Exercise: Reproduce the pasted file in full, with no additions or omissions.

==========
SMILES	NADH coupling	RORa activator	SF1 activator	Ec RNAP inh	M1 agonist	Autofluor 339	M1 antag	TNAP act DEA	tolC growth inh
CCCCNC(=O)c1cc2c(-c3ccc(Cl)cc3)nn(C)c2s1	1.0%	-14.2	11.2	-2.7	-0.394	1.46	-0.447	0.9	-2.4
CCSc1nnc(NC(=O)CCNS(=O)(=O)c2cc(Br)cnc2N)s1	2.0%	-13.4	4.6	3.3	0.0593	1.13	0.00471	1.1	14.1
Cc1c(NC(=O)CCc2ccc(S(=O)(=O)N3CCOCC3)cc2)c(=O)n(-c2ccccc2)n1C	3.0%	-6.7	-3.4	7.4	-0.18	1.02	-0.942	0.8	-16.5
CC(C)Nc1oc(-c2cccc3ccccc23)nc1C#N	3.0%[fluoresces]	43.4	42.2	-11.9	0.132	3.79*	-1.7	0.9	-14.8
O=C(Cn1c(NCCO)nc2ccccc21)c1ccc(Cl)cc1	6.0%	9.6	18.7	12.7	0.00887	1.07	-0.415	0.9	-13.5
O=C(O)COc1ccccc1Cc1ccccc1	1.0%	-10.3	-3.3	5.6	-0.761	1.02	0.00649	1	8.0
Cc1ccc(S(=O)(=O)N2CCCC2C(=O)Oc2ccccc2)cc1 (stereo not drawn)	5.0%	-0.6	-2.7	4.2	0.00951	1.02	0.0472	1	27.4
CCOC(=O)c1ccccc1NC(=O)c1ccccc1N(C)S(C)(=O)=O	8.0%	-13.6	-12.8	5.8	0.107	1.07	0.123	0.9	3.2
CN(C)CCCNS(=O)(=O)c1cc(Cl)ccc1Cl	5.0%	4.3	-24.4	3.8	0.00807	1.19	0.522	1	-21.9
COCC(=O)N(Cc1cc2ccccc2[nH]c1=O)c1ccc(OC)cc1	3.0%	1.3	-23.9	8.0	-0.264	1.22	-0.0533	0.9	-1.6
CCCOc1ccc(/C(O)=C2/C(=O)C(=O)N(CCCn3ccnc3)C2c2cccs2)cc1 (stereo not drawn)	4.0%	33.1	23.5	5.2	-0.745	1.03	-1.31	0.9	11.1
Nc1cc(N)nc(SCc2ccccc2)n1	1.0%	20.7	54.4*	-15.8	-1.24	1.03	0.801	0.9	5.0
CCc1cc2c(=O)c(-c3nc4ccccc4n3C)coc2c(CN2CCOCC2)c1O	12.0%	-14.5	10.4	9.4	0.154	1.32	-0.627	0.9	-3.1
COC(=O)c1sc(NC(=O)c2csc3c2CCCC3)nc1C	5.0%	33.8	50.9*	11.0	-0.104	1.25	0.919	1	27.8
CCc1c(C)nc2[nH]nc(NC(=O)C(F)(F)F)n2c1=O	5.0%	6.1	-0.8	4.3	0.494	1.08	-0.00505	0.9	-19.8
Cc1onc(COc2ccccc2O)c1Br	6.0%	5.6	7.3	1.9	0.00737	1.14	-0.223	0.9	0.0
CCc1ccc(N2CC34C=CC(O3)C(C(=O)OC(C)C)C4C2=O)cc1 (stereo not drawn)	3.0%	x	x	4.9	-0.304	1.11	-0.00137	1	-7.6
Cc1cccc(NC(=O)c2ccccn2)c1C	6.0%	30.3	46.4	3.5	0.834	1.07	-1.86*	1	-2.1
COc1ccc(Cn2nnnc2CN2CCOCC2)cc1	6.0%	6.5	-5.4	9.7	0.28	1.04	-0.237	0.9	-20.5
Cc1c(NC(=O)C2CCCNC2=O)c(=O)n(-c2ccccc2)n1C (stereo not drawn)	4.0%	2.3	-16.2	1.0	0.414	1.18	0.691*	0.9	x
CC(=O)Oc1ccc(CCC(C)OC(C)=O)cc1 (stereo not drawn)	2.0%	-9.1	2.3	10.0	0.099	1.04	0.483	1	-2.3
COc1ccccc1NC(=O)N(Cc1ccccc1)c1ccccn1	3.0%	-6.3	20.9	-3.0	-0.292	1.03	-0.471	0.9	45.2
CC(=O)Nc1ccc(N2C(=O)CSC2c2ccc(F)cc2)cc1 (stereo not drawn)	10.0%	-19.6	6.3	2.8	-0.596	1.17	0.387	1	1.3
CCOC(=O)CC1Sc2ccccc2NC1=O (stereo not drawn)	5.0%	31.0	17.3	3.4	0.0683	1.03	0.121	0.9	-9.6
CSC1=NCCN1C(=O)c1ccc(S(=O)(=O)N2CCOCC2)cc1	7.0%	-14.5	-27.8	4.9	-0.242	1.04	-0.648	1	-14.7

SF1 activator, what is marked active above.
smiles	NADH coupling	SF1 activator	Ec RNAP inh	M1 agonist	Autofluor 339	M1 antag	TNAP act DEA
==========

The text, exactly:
SMILES	NADH coupling	RORa activator	SF1 activator	Ec RNAP inh	M1 agonist	Autofluor 339	M1 antag	TNAP act DEA	tolC growth inh
CCCCNC(=O)c1cc2c(-c3ccc(Cl)cc3)nn(C)c2s1	1.0%	-14.2	11.2	-2.7	-0.394	1.46	-0.447	0.9	-2.4
CCSc1nnc(NC(=O)CCNS(=O)(=O)c2cc(Br)cnc2N)s1	2.0%	-13.4	4.6	3.3	0.0593	1.13	0.00471	1.1	14.1
Cc1c(NC(=O)CCc2ccc(S(=O)(=O)N3CCOCC3)cc2)c(=O)n(-c2ccccc2)n1C	3.0%	-6.7	-3.4	7.4	-0.18	1.02	-0.942	0.8	-16.5
CC(C)Nc1oc(-c2cccc3ccccc23)nc1C#N	3.0%[fluoresces]	43.4	42.2	-11.9	0.132	3.79*	-1.7	0.9	-14.8
O=C(Cn1c(NCCO)nc2ccccc21)c1ccc(Cl)cc1	6.0%	9.6	18.7	12.7	0.00887	1.07	-0.415	0.9	-13.5
O=C(O)COc1ccccc1Cc1ccccc1	1.0%	-10.3	-3.3	5.6	-0.761	1.02	0.00649	1	8.0
Cc1ccc(S(=O)(=O)N2CCCC2C(=O)Oc2ccccc2)cc1 (stereo not drawn)	5.0%	-0.6	-2.7	4.2	0.00951	1.02	0.0472	1	27.4
CCOC(=O)c1ccccc1NC(=O)c1ccccc1N(C)S(C)(=O)=O	8.0%	-13.6	-12.8	5.8	0.107	1.07	0.123	0.9	3.2
CN(C)CCCNS(=O)(=O)c1cc(Cl)ccc1Cl	5.0%	4.3	-24.4	3.8	0.00807	1.19	0.522	1	-21.9
COCC(=O)N(Cc1cc2ccccc2[nH]c1=O)c1ccc(OC)cc1	3.0%	1.3	-23.9	8.0	-0.264	1.22	-0.0533	0.9	-1.6
CCCOc1ccc(/C(O)=C2/C(=O)C(=O)N(CCCn3ccnc3)C2c2cccs2)cc1 (stereo not drawn)	4.0%	33.1	23.5	5.2	-0.745	1.03	-1.31	0.9	11.1
Nc1cc(N)nc(SCc2ccccc2)n1	1.0%	20.7	54.4*	-15.8	-1.24	1.03	0.801	0.9	5.0
CCc1cc2c(=O)c(-c3nc4ccccc4n3C)coc2c(CN2CCOCC2)c1O	12.0%	-14.5	10.4	9.4	0.154	1.32	-0.627	0.9	-3.1
COC(=O)c1sc(NC(=O)c2csc3c2CCCC3)nc1C	5.0%	33.8	50.9*	11.0	-0.104	1.25	0.919	1	27.8
CCc1c(C)nc2[nH]nc(NC(=O)C(F)(F)F)n2c1=O	5.0%	6.1	-0.8	4.3	0.494	1.08	-0.00505	0.9	-19.8
Cc1onc(COc2ccccc2O)c1Br	6.0%	5.6	7.3	1.9	0.00737	1.14	-0.223	0.9	0.0
CCc1ccc(N2CC34C=CC(O3)C(C(=O)OC(C)C)C4C2=O)cc1 (stereo not drawn)	3.0%	x	x	4.9	-0.304	1.11	-0.00137	1	-7.6
Cc1cccc(NC(=O)c2ccccn2)c1C	6.0%	30.3	46.4	3.5	0.834	1.07	-1.86*	1	-2.1
COc1ccc(Cn2nnnc2CN2CCOCC2)cc1	6.0%	6.5	-5.4	9.7	0.28	1.04	-0.237	0.9	-20.5
Cc1c(NC(=O)C2CCCNC2=O)c(=O)n(-c2ccccc2)n1C (stereo not drawn)	4.0%	2.3	-16.2	1.0	0.414	1.18	0.691*	0.9	x
CC(=O)Oc1ccc(CCC(C)OC(C)=O)cc1 (stereo not drawn)	2.0%	-9.1	2.3	10.0	0.099	1.04	0.483	1	-2.3
COc1ccccc1NC(=O)N(Cc1ccccc1)c1ccccn1	3.0%	-6.3	20.9	-3.0	-0.292	1.03	-0.471	0.9	45.2
CC(=O)Nc1ccc(N2C(=O)CSC2c2ccc(F)cc2)cc1 (stereo not drawn)	10.0%	-19.6	6.3	2.8	-0.596	1.17	0.387	1	1.3
CCOC(=O)CC1Sc2ccccc2NC1=O (stereo not drawn)	5.0%	31.0	17.3	3.4	0.0683	1.03	0.121	0.9	-9.6
CSC1=NCCN1C(=O)c1ccc(S(=O)(=O)N2CCOCC2)cc1	7.0%	-14.5	-27.8	4.9	-0.242	1.04	-0.648	1	-14.7

SF1 activator, what is marked active above.
smiles	NADH coupling	SF1 activator	Ec RNAP inh	M1 agonist	Autofluor 339	M1 antag	TNAP act DEA